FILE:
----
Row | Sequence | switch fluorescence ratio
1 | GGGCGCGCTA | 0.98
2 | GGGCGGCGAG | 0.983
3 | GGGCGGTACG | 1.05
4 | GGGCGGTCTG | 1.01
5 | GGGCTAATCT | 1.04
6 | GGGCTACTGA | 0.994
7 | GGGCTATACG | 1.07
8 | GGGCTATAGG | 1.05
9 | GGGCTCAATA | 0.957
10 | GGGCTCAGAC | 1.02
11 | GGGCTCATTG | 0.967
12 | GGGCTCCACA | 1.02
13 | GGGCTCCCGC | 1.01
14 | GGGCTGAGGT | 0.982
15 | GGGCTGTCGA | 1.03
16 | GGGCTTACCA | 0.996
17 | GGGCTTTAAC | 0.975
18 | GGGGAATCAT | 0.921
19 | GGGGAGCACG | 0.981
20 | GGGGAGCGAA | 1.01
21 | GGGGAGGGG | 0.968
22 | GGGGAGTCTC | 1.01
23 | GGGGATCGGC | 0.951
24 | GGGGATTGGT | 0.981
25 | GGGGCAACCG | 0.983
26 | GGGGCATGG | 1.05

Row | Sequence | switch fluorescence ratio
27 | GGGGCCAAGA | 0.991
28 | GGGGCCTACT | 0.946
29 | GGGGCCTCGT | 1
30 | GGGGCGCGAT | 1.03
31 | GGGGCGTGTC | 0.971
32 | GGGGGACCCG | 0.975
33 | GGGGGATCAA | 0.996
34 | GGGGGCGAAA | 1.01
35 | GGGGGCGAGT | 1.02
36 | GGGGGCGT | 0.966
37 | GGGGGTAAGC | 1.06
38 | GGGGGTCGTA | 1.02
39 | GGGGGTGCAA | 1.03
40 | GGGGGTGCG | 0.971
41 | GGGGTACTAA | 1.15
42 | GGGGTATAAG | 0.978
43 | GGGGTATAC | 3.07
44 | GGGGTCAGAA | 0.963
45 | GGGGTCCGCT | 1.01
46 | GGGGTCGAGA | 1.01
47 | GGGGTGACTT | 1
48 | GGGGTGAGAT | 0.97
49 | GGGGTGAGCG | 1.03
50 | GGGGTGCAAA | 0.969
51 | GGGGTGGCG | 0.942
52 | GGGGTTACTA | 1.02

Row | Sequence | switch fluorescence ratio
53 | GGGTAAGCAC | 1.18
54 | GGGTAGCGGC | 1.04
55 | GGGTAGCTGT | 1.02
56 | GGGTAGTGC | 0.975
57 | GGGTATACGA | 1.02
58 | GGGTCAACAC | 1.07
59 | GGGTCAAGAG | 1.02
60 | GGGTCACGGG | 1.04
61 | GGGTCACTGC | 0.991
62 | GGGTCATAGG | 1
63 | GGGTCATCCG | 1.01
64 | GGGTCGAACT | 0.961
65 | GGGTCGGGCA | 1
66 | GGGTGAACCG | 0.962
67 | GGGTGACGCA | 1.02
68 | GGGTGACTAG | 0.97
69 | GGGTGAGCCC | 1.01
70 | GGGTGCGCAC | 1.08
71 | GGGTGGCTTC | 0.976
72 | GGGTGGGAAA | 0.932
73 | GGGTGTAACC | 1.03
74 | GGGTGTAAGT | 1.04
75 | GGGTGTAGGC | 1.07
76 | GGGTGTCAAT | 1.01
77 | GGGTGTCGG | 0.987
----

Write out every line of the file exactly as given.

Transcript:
Row | Sequence | switch fluorescence ratio
1 | GGGCGCGCTA | 0.98
2 | GGGCGGCGAG | 0.983
3 | GGGCGGTACG | 1.05
4 | GGGCGGTCTG | 1.01
5 | GGGCTAATCT | 1.04
6 | GGGCTACTGA | 0.994
7 | GGGCTATACG | 1.07
8 | GGGCTATAGG | 1.05
9 | GGGCTCAATA | 0.957
10 | GGGCTCAGAC | 1.02
11 | GGGCTCATTG | 0.967
12 | GGGCTCCACA | 1.02
13 | GGGCTCCCGC | 1.01
14 | GGGCTGAGGT | 0.982
15 | GGGCTGTCGA | 1.03
16 | GGGCTTACCA | 0.996
17 | GGGCTTTAAC | 0.975
18 | GGGGAATCAT | 0.921
19 | GGGGAGCACG | 0.981
20 | GGGGAGCGAA | 1.01
21 | GGGGAGGGG | 0.968
22 | GGGGAGTCTC | 1.01
23 | GGGGATCGGC | 0.951
24 | GGGGATTGGT | 0.981
25 | GGGGCAACCG | 0.983
26 | GGGGCATGG | 1.05

Row | Sequence | switch fluorescence ratio
27 | GGGGCCAAGA | 0.991
28 | GGGGCCTACT | 0.946
29 | GGGGCCTCGT | 1
30 | GGGGCGCGAT | 1.03
31 | GGGGCGTGTC | 0.971
32 | GGGGGACCCG | 0.975
33 | GGGGGATCAA | 0.996
34 | GGGGGCGAAA | 1.01
35 | GGGGGCGAGT | 1.02
36 | GGGGGCGT | 0.966
37 | GGGGGTAAGC | 1.06
38 | GGGGGTCGTA | 1.02
39 | GGGGGTGCAA | 1.03
40 | GGGGGTGCG | 0.971
41 | GGGGTACTAA | 1.15
42 | GGGGTATAAG | 0.978
43 | GGGGTATAC | 3.07
44 | GGGGTCAGAA | 0.963
45 | GGGGTCCGCT | 1.01
46 | GGGGTCGAGA | 1.01
47 | GGGGTGACTT | 1
48 | GGGGTGAGAT | 0.97
49 | GGGGTGAGCG | 1.03
50 | GGGGTGCAAA | 0.969
51 | GGGGTGGCG | 0.942
52 | GGGGTTACTA | 1.02

Row | Sequence | switch fluorescence ratio
53 | GGGTAAGCAC | 1.18
54 | GGGTAGCGGC | 1.04
55 | GGGTAGCTGT | 1.02
56 | GGGTAGTGC | 0.975
57 | GGGTATACGA | 1.02
58 | GGGTCAACAC | 1.07
59 | GGGTCAAGAG | 1.02
60 | GGGTCACGGG | 1.04
61 | GGGTCACTGC | 0.991
62 | GGGTCATAGG | 1
63 | GGGTCATCCG | 1.01
64 | GGGTCGAACT | 0.961
65 | GGGTCGGGCA | 1
66 | GGGTGAACCG | 0.962
67 | GGGTGACGCA | 1.02
68 | GGGTGACTAG | 0.97
69 | GGGTGAGCCC | 1.01
70 | GGGTGCGCAC | 1.08
71 | GGGTGGCTTC | 0.976
72 | GGGTGGGAAA | 0.932
73 | GGGTGTAACC | 1.03
74 | GGGTGTAAGT | 1.04
75 | GGGTGTAGGC | 1.07
76 | GGGTGTCAAT | 1.01
77 | GGGTGTCGG | 0.987